Monday, August 29, 2016

When has the Galaxy Actually Been Habitable?

The evolution of galaxy habitability

Authors:

Gobat et al

Abstract:

We combine a semi-analytic model of galaxy evolution with constraints on circumstellar habitable zones and the distribution of terrestrial planets to probe the suitability of galaxies of different mass and type to host habitable planets, as well as its evolution with time. We find that the fraction of stars with terrestrial planets in their habitable zone ("habitability") depends only weakly on galaxy mass, with a maximum around 4e10 Msun. We estimate that 0.7% of all stars in Milky Way type galaxies to host a terrestrial planet within their habitable zone, consistent with the value derived from Kepler observations. On the other hand, the habitability of passive galaxies is slightly but systematically higher, unless we assume an unrealistically high sensitivity of planets to supernovae. We find that the overall habitability of galaxies has not changed significantly in the last ~8 Gyr, with most of the habitable planets in local disk galaxies having formed ~1.5 Gyr before our own solar system. Finally, we expect that ~1.4e9 planets similar to present-day Earth have existed so far in our galaxy.

Reduced Activity And Large Particles From the Disintegrating Planet Candidate KIC 12557548b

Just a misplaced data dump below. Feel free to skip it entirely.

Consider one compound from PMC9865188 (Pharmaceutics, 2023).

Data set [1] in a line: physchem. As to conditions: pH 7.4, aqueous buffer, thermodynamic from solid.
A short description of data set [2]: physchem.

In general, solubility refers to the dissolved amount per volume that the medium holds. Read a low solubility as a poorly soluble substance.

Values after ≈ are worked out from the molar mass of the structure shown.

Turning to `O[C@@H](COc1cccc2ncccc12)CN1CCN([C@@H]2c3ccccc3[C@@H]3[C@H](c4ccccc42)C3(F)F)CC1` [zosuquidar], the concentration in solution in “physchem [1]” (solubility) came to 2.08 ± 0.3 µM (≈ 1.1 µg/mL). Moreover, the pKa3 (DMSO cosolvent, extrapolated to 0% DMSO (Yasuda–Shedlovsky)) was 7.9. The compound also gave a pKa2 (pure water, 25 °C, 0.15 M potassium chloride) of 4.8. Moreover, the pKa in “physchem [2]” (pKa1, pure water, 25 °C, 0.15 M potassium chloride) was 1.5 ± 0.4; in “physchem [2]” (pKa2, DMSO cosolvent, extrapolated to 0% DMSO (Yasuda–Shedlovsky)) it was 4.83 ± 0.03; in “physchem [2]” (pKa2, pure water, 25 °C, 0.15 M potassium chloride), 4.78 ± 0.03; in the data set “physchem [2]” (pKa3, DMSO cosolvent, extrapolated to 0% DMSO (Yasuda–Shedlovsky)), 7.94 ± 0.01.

Reduced Activity And Large Particles From the Disintegrating Planet Candidate KIC 12557548b

Authors:
Schlawin et al

Abstract:

The intriguing exoplanet candidate KIC 12557548b is believed to have a comet-like tail of dusty debris trailing a small rocky planet. The tail of debris scatters up to 1.3% of the stellar light in the Kepler observatory's bandpass (0.42 um to 0.9 um). Observing the tail's transit depth at multiple wavelengths can reveal the composition and particle size of the debris, constraining the makeup and lifetime of the sub-Mercury planet. Early dust particle size predictions from the scattering of the comet-like tail pointed towards a dust size of ~0.1 um for silicate compositions. These small particles would produce a much deeper optical transit depth than near-infrared transit depth. We measure a transmission spectrum for KIC 12557548b using the SpeX spectrograph (covering 0.8 um to 2.4 um) simultaneously with the MORIS imager taking r' (0.63 um) photometry on the Infrared Telescope Facility for eight nights and one night in H band (1.63 um) using the Wide-Field IR Camera at the Palomar 200-inch telescope. The infrared spectra are plagued by systematic errors, but we argue that sufficient precision is obtained when using differential spectroscopic calibration when combining multiple nights. The average differential transmission spectrum is flat, supporting findings that KIC 12557548b's debris is likely composed of larger particles greater than ~0.5 um for pyroxene and olivine and greater than ~0.2 um for iron and corundum. The r' photometric transit depths are all below the average Kepler value, suggesting that the observations occurred during a weak period or that the mechanisms producing optical broadband transit depths are suppressed.